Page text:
Federal agencies such as the Federal Highway Administration and the Federal Transit Administration have issued guidance on Title VI and environmental justice. In addition, Executive Order 12898 requires federal agencies to achieve environmental justice by “identifying and addressing disproportionately high and adverse human health or environmental effects of its programs, policies, and activities on minority populations and low-income populations.” The adverse impacts the Executive Order speaks of include “the denial of, reduction in, or significant delay in the receipt of, benefits of DOT programs, policies, or activities.” (DOT Order, 62 Fed. Reg. at 18381) The duty to “identify and address” these adverse impacts falls not just on the federal agencies, but also on their funding recipients. But the guidance has failed to address the concerns most often raised by community groups about the accumulation of negative economic and environmental impacts caused by transportation projects, their location, and the distribution of resources and services across metropolitan communities. The guidance called for processes to review potential Title VI or environmental justice issues, but established no thresholds, expectations or standards. There is still debate as to what exactly is required, though a recent administrative complaint finding in 2010, in Urban Habitat Program et al v. Bay Area Rapid Transit (BART), has indicated the need for a federal funding recipient to conduct an equity analysis of the impact of major service changes and fare increases on minority and low-income populations. In this case, BART wanted to extend a transit line to the Oakland Airport using stimulus funds provided by the American Reinvestment and Recovery Act. The line would have replaced existing bus shuttle service, but at double the fare; the complaint also challenged the elimination from the half-billion dollar, 3.2 mile project of intermediate stops that would have provided low-income and minority residents of the surrounding East Oakland neighborhood with access to retail and hotel jobs along the way. Finding that BART had failed to conduct the required equity analysis, FTA withdrew $70 million in stimulus funds from the project.

BART had initially claimed that it met the requirement in its environmental impact study for the project. But attempts to graft transportation equity onto environmental review requirements have not been notably successful. An example of this failure is the construction in 2004 of a site for construction of highway bridge parts on the site of a large Native American burial ground in Port Angeles, Washington. Although an extensive environmental impact statement was prepared, it failed to notice the burial site.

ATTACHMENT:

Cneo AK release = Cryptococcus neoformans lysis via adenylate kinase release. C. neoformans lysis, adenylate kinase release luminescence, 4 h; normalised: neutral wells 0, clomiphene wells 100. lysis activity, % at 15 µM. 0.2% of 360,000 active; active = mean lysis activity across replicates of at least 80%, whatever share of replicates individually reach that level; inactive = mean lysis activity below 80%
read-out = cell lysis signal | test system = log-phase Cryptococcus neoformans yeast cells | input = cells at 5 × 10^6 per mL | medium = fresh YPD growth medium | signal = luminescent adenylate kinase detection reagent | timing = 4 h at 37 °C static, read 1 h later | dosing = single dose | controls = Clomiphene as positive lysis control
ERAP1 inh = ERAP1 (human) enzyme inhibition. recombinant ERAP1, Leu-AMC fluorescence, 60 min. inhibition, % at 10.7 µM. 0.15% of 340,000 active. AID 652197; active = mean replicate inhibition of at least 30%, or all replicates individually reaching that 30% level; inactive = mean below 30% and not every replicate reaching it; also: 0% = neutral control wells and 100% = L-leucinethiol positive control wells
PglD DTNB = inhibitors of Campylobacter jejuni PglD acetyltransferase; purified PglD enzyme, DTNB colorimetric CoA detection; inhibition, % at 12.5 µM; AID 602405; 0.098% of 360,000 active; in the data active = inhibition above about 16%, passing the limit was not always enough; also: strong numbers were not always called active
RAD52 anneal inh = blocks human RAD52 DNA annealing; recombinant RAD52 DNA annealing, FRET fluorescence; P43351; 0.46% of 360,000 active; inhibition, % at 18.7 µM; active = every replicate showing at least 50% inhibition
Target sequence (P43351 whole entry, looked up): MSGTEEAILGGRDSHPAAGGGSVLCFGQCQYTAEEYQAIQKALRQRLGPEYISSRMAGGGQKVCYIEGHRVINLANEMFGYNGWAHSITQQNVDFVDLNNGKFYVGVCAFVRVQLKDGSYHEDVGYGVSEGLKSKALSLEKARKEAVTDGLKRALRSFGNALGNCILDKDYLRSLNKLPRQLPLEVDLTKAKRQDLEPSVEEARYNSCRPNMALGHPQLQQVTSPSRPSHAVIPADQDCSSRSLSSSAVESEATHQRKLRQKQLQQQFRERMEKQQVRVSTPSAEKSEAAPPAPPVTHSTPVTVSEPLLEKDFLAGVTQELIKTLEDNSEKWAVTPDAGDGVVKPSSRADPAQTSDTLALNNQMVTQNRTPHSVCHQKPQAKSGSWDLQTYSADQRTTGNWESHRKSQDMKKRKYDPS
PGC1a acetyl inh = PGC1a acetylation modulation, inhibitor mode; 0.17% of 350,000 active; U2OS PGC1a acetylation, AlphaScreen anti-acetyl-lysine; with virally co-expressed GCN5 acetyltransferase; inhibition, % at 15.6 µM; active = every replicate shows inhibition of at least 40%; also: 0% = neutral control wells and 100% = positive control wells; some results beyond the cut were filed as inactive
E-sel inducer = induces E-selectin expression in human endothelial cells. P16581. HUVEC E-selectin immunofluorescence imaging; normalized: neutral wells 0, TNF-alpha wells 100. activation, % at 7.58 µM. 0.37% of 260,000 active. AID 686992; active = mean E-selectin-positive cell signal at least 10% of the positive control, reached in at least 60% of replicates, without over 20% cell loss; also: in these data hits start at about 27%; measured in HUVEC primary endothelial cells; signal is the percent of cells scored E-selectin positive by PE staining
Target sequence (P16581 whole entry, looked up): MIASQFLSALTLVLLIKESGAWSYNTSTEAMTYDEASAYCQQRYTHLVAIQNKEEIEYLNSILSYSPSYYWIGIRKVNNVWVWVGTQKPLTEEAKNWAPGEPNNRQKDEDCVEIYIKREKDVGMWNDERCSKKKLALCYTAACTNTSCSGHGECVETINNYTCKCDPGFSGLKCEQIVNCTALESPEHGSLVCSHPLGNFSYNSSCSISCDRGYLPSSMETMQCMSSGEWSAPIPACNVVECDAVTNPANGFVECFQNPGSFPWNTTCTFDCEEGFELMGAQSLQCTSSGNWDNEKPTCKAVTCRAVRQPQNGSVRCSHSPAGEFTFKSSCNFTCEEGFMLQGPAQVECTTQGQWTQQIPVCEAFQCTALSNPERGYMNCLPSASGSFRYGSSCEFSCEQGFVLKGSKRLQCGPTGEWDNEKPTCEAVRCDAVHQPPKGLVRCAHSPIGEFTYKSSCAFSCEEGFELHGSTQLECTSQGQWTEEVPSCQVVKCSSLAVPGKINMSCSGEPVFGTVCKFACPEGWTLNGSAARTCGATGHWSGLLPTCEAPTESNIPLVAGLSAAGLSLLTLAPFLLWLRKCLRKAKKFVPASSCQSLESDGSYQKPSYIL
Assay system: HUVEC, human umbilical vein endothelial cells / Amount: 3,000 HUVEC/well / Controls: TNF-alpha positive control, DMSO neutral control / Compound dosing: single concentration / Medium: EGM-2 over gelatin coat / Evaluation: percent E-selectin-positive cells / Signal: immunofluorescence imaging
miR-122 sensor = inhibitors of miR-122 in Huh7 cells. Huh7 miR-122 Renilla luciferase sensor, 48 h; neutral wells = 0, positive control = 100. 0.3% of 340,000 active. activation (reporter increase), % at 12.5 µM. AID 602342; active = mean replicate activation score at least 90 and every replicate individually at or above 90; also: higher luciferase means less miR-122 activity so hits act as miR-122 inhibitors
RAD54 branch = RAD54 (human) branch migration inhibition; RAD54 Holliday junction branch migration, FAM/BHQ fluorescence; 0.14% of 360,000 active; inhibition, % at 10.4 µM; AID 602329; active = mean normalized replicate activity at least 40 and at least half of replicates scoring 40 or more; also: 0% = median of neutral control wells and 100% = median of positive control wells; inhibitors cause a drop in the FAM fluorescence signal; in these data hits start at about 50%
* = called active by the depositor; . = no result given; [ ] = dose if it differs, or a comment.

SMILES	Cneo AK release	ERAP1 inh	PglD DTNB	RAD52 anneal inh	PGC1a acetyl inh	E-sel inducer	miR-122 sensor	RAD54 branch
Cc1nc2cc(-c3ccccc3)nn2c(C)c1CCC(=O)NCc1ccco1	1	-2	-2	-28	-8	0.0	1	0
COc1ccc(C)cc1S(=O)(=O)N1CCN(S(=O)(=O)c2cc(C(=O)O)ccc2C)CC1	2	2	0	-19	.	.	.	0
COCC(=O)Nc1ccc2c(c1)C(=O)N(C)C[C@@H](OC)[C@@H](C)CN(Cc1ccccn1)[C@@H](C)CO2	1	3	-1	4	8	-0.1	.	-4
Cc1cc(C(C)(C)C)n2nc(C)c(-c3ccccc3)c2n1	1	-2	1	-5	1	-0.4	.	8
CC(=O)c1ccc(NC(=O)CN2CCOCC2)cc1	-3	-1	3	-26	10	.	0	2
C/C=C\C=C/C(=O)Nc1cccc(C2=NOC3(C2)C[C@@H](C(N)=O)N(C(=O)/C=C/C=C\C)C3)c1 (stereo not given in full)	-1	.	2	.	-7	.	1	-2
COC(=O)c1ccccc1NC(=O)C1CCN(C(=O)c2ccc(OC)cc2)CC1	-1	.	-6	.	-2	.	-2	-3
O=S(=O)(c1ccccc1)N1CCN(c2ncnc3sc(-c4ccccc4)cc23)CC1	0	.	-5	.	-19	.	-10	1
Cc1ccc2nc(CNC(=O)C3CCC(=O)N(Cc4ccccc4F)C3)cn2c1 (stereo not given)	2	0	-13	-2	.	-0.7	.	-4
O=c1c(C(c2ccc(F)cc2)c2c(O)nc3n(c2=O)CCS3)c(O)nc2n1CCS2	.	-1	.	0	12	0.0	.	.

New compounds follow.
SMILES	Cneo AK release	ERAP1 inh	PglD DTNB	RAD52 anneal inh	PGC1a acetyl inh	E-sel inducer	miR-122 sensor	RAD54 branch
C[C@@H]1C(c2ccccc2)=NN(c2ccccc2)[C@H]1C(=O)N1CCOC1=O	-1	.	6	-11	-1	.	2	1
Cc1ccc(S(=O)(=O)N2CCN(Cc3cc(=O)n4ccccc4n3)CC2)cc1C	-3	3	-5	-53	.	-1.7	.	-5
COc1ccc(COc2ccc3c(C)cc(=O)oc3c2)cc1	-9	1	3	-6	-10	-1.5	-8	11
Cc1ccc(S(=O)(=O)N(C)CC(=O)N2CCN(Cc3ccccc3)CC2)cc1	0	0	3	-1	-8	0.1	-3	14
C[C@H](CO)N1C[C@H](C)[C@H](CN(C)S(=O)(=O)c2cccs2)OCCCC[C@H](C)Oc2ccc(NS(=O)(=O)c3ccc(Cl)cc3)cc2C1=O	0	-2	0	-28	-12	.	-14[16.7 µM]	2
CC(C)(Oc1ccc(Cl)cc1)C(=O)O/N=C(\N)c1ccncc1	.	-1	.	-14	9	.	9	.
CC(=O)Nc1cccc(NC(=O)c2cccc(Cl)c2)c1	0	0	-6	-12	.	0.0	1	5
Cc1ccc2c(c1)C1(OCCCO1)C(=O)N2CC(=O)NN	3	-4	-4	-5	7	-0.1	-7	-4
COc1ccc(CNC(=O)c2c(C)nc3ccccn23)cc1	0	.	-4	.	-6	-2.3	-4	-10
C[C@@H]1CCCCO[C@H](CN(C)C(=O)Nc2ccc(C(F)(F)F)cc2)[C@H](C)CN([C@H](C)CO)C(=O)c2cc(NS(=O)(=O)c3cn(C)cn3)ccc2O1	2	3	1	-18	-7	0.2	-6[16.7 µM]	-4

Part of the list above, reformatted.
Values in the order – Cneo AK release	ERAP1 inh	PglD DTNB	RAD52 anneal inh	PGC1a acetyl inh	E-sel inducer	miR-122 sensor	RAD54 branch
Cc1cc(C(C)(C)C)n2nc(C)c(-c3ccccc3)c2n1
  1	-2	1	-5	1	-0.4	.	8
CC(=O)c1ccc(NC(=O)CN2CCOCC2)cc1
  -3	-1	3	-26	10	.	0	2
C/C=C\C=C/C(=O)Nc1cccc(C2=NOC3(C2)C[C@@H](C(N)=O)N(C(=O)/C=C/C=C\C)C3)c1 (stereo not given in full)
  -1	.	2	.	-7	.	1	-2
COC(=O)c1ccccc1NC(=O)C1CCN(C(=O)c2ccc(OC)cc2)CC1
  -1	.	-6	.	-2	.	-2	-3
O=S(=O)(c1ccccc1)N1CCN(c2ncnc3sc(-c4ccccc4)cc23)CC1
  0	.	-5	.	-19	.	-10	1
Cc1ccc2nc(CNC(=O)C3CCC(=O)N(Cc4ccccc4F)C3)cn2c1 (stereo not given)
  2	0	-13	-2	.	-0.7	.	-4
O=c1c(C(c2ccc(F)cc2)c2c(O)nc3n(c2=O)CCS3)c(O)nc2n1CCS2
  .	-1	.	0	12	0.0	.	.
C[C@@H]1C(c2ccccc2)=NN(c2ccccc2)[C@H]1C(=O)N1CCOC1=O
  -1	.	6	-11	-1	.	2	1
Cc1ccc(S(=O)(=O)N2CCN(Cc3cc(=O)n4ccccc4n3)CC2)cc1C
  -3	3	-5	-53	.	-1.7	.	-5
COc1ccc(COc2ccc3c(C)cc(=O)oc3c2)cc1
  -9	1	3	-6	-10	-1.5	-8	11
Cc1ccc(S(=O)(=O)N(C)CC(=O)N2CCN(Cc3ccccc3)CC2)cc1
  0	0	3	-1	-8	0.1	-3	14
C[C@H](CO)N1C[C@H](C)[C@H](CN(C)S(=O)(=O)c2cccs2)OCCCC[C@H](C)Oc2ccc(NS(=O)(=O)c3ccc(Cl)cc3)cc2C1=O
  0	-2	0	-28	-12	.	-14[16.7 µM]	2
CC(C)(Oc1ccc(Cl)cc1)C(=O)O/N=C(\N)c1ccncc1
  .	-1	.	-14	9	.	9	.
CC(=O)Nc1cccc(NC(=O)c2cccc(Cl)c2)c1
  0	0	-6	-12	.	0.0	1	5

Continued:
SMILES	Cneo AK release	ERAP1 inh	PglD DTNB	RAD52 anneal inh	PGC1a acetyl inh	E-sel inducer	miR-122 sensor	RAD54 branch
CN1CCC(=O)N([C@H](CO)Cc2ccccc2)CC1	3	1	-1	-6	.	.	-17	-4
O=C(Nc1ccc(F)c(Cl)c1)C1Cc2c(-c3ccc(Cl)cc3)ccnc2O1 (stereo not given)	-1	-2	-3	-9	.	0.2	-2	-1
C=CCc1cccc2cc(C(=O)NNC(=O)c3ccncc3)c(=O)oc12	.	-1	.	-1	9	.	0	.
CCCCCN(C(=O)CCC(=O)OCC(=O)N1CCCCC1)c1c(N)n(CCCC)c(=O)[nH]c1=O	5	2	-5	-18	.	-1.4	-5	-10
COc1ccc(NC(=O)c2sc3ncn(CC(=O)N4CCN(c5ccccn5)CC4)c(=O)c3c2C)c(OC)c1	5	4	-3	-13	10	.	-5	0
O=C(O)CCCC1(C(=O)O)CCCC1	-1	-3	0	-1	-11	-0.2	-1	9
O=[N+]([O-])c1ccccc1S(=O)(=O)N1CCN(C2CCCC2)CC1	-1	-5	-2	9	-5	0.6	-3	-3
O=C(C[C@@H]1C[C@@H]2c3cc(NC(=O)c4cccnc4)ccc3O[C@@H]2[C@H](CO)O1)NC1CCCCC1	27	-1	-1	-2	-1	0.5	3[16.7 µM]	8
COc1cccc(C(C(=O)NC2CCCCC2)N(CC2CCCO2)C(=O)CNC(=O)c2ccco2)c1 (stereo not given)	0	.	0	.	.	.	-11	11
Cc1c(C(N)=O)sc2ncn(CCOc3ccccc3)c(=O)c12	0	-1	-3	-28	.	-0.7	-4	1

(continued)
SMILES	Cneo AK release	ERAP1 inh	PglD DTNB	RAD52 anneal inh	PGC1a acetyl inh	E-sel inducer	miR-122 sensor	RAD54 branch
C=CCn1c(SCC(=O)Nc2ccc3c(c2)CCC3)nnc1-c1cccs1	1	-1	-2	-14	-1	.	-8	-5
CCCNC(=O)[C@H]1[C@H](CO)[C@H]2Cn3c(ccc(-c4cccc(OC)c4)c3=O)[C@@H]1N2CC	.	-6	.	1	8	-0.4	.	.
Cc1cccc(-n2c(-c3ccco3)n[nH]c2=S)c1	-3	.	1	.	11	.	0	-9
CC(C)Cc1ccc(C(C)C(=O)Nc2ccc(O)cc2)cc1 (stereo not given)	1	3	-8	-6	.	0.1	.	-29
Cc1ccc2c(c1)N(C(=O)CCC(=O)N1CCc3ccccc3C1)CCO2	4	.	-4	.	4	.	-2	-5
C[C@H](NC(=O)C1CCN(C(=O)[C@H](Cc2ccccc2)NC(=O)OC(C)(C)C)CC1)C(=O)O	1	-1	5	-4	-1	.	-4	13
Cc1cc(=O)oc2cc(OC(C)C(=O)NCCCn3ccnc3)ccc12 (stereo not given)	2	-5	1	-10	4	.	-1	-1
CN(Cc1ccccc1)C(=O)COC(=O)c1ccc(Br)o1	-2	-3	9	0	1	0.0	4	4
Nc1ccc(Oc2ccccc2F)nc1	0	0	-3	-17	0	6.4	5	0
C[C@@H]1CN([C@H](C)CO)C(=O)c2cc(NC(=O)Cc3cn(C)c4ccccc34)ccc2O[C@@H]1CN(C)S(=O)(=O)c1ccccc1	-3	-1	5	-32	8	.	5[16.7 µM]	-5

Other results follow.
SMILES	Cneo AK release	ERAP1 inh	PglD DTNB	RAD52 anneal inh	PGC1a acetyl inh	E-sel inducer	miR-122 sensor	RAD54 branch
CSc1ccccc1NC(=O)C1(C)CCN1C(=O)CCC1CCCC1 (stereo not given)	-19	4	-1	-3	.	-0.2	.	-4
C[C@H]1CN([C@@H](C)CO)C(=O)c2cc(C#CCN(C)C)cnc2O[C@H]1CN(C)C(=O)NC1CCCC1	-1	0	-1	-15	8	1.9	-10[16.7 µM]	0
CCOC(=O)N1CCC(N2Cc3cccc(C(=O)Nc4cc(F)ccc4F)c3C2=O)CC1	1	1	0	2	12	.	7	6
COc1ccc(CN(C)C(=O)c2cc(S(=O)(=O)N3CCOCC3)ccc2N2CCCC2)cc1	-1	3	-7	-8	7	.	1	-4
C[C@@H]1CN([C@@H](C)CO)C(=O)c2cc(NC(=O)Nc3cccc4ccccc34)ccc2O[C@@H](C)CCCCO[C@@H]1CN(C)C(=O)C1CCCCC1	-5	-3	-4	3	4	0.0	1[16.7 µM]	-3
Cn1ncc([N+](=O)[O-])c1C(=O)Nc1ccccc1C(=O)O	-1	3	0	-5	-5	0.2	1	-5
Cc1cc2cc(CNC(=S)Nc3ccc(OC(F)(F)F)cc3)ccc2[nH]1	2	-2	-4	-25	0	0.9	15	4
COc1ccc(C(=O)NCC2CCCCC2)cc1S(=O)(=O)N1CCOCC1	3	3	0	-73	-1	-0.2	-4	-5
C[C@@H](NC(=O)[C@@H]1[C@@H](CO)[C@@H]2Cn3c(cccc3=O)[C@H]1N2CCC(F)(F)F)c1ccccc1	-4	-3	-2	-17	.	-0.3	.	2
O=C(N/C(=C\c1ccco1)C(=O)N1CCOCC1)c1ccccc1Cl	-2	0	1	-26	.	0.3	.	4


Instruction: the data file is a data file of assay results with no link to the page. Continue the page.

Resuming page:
The Broader Framework

In a broader sense, transportation equity is also about environmental justice, metropolitan equity and the just distribution of resources. These concepts represent an evolution in how civil rights and transportation are interrelated—especially when we look back on the early cases involving slave transport and the events precipitating the Montgomery bus boycott. These debates involve difficult and unsettled issues of what constitutes equity, justice and opportunity. A further debate involves looking forward versus repairing the errors and injustices of the past. The concept of affirmative action never took hold in transportation equity, and now, as the federal courts have largely discarded affirmative action, that window of opportunity may be gone. The current economic crisis in the U.S. means that transportation- disadvantaged people are stuck with the vestiges of a crumbling transportation infrastructure that never did serve them well. Instead, resources are put into dreamy and expensive projects like high speed rail that will be prohibitively expensive for them to ride, and will cut through their communities one more time. Strong enforcement of a robust equity analysis requirement, on the other hand, could inject some meaningful “affirmative” requirements into the process of allocating billions of dollars for transportation projects. U.S. DOT’s environmental justice order, for instance, requires an analysis “to identify, early in the development of the program, policy or activity, the risk of discrimination so that positive corrective action can be taken.”

More Recent Cases

One of the major breakthroughs of the transportation equity movement came when the Los Angeles Metropolitan Transportation Authority (LAMTA) and the Los Angeles Bus Riders Union, a project of the Labor/Community Strategy Center, negotiated a consent decree as part of a court settlement in 1996. In the case, Labor/Community Strategy Center and Los Angeles Bus Riders Union v. Los Angeles Metropolitan Transportation Authority, the court was asked to find that LAMTA had provided inferior services to Los Angeles’s largely minority and low-income bus riders. Furthermore, LAMTA was directing resources to its commuter rail lines, which served a more affluent and primarily white population, at the expense of its bus users. Prior to trial, the judge directed that the parties work to settle the case. This settlement included hundreds of millions of dollars for new buses, which are ridden primarily by people of color and low-income people.